"In 1885, Congress passed the Major Crimes Act to address the resolution of cases in which a crime involving two Native American parties occurs in Indian country. This Act established federal jurisdiction over seven crimes committed in these instances. The original seven covered by the Act include murder, manslaughter, rape, assault with intent to kill, arson, burglary, and larceny. Subsequent amendments to the Act have added seven more offenses: kidnapping, incest, assault with a dangerous weapon, assault resulting in serious bodily injury, assault with intent to commit rape, robbery, and felonious sexual molestation of a minor. Although the intent of the Act is to permit federal punishment of major crimes by Indians against other Native Americans, the Major Crimes Act applies even in offenses committed by Indians against individuals of another ethnicity."
Discusses local/state jurisdiction, as well.

https://leb.fbi.gov/2012/may/indian-...er-act-of-2010

So, they were born in the US, subject to US criminal jurisdiction, but were not covered by the 14th Amendment until a specific legal exception was made for them in 1924, which still exists as the only exception to this day.

To clarify: They were subject to US criminal jurisdiction since 1885. They were not subject to US nationality jurisdiction until 1924 when a specific legal exception was made for them. There has been no such legal exception made for the children of illegal alien parents. Illegal alien parents are also subject to US criminal jurisdiction, as the Native Americans are/were. There has been no SCOTUS ruling that illegal aliens' "anchor babies" have birthright US citizenship.

Legally, illegal aliens' anchor babies are NOT US citizens. Only "policy" has made them so.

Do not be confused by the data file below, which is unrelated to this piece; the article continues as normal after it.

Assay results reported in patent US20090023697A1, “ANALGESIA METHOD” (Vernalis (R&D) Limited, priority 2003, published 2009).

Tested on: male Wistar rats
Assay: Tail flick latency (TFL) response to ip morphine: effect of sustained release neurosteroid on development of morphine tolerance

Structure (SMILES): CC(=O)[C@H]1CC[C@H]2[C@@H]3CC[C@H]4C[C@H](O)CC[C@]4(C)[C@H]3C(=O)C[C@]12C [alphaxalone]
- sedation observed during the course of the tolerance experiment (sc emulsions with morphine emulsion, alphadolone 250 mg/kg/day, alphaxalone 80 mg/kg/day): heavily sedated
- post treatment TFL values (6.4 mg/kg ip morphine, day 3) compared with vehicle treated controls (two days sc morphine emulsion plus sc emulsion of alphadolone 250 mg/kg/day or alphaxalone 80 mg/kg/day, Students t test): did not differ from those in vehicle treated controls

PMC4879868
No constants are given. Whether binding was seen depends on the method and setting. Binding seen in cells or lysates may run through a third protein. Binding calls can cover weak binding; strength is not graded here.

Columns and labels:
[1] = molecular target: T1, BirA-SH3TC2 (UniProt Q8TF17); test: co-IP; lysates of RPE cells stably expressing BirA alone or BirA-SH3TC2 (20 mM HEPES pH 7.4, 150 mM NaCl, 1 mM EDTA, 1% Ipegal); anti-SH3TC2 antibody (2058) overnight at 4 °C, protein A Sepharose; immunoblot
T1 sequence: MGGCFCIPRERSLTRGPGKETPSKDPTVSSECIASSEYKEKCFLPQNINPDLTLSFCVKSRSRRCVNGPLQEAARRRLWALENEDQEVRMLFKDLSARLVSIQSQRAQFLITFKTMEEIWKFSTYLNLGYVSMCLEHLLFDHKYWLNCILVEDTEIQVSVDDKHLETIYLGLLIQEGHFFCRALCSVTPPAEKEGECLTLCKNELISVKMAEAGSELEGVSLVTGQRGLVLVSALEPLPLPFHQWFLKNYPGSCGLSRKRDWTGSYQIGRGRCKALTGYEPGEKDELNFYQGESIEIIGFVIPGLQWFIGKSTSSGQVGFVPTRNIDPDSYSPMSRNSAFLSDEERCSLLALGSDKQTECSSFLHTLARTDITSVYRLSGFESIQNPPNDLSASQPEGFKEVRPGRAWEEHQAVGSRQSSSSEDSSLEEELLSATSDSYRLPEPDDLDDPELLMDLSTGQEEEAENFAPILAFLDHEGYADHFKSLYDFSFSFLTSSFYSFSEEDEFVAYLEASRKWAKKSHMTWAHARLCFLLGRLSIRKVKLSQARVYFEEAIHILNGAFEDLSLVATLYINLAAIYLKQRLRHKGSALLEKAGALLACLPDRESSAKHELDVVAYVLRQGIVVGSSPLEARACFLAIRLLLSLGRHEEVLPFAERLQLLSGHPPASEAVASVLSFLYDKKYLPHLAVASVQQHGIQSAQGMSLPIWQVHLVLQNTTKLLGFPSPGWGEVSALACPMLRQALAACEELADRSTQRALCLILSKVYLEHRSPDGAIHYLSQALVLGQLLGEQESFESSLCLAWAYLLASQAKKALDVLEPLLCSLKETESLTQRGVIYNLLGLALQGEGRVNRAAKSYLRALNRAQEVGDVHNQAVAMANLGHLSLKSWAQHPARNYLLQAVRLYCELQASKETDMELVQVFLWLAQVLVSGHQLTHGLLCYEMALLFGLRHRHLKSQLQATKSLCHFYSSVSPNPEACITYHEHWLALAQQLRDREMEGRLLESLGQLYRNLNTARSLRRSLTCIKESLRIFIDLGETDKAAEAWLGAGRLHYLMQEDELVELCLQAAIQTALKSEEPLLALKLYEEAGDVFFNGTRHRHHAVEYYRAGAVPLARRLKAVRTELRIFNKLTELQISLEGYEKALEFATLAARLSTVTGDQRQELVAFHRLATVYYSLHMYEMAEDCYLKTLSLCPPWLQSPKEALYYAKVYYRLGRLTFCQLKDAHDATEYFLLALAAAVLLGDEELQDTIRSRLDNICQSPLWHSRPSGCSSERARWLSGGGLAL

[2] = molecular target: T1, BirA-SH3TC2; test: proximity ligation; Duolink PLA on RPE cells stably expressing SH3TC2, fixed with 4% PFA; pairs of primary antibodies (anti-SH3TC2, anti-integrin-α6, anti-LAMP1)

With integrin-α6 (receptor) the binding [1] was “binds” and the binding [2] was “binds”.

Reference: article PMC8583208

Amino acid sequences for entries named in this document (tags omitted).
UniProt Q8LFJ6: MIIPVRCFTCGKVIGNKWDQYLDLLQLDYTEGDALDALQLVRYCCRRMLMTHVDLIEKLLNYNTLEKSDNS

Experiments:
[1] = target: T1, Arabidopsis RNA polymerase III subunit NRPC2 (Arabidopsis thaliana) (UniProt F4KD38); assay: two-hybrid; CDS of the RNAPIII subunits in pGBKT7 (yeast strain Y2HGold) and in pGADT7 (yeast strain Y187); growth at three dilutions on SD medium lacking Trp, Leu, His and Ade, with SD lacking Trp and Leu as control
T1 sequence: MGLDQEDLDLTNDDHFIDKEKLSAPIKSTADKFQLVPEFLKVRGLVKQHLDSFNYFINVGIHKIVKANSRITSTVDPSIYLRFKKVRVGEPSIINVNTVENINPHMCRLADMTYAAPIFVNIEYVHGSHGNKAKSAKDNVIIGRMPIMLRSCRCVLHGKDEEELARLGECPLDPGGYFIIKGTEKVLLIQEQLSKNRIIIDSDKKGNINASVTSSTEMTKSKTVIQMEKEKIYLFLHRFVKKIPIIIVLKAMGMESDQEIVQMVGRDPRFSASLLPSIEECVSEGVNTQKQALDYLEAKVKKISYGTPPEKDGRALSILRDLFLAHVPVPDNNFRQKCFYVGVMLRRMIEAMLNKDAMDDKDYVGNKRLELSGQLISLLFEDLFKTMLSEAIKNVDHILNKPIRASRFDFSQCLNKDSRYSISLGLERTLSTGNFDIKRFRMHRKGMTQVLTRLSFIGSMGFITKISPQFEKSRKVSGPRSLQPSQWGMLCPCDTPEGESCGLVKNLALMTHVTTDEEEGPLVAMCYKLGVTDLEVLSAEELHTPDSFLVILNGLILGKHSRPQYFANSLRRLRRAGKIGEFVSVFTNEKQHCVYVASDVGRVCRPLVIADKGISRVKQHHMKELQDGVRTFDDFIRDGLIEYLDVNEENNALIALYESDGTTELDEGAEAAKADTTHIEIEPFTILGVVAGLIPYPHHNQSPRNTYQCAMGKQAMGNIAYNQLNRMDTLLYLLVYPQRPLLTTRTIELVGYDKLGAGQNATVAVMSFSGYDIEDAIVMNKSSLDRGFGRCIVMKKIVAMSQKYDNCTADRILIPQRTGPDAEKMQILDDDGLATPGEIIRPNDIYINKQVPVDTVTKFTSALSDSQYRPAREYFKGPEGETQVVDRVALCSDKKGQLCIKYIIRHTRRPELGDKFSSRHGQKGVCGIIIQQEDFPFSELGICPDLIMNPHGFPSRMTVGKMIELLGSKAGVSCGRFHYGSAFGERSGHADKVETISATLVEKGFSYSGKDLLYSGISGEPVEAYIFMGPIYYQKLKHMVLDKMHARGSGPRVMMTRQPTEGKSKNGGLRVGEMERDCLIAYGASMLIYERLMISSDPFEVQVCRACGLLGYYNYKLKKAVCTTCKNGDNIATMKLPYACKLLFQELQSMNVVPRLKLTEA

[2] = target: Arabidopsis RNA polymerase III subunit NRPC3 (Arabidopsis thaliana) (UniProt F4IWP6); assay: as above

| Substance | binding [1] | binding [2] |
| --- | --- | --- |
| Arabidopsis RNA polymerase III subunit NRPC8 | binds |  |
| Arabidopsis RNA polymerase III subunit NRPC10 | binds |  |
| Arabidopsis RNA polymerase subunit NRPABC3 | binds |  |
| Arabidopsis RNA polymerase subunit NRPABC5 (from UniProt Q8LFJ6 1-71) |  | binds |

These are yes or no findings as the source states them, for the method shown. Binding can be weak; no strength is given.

Last edited by InformedConsent; 05-22-2017 at 01:43 AM..
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Old 05-22-2017, 02:05 PM
 
Location: Kūkiʻo, HI & Manhattan Beach, CA
2,626 posts, read 6,010,136 times
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Quote:
Originally Posted by InformedConsent View Post
You are completely incorrect. All your blather means nothing. Since members of Native US tribes have been subject to US jurisdiction since 1885, even on their own lands which therefore were NOT "independent nations" though they were and many still are subjects/citizens of a foreign sovereign (their respective Tribes), why did it take until 1924 to grant them birthright US citizenship? Why didn't the 14th Amendment grant them birthright US citizenship? And why is there still a specific exception made only for them in current Nationality Law?
It's not my "blather" -- it's the so-called "blather" of former U.S. Supreme Court Justice John Marshall in the second of the "Marshall Trilogy" of cases pertaining to American Indians.

Surely you realize that "slaves," "Indians," and other "nonwhites" were implicitly excluded from citizenship when the U.S. Constitution was drafted. Thus, the simple, somewhat disingenuous answer to all of your questions is "racism."

Quote:
Originally Posted by InformedConsent View Post
Regarding US jurisdiction:



Discusses local/state jurisdiction, as well.

https://leb.fbi.gov/2012/may/indian-...er-act-of-2010

So, they were born in the US, subject to US criminal jurisdiction, but were not covered by the 14th Amendment until a specific legal exception was made for them in 1924, which still exists as the only exception to this day.

To clarify: They were subject to US criminal jurisdiction since 1885. They were not subject to US nationality jurisdiction until 1924 when a specific legal exception was made for them. There has been no such legal exception made for the children of illegal alien parents. Illegal alien parents are also subject to US criminal jurisdiction, as the Native Americans are/were. There has been no SCOTUS ruling that illegal aliens' "anchor babies" have birthright US citizenship.
It's pointless to continue citing a somewhat irrelevant article by a "legal instructor" at the FBI Academy who's not a judge or even a noted legal scholar.